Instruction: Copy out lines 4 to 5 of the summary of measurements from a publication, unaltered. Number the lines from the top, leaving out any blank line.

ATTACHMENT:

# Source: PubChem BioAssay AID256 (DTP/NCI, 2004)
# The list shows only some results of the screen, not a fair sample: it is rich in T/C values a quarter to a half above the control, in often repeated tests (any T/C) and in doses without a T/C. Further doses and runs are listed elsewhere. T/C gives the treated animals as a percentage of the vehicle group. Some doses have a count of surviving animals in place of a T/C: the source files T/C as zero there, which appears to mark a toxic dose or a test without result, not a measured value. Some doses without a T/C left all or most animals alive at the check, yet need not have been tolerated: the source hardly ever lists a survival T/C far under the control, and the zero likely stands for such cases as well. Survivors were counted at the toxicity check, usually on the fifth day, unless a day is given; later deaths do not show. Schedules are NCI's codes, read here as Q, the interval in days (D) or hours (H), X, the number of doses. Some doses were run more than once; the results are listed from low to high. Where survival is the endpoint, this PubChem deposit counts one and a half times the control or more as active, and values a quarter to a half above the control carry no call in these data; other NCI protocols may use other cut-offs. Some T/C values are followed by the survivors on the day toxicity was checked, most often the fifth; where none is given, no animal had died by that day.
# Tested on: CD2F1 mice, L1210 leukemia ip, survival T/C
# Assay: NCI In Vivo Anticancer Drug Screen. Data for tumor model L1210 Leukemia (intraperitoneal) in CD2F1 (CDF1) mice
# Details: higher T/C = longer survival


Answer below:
# Assay: NCI In Vivo Anticancer Drug Screen. Data for tumor model L1210 Leukemia (intraperitoneal) in CD2F1 (CDF1) mice
# Details: higher T/C = longer survival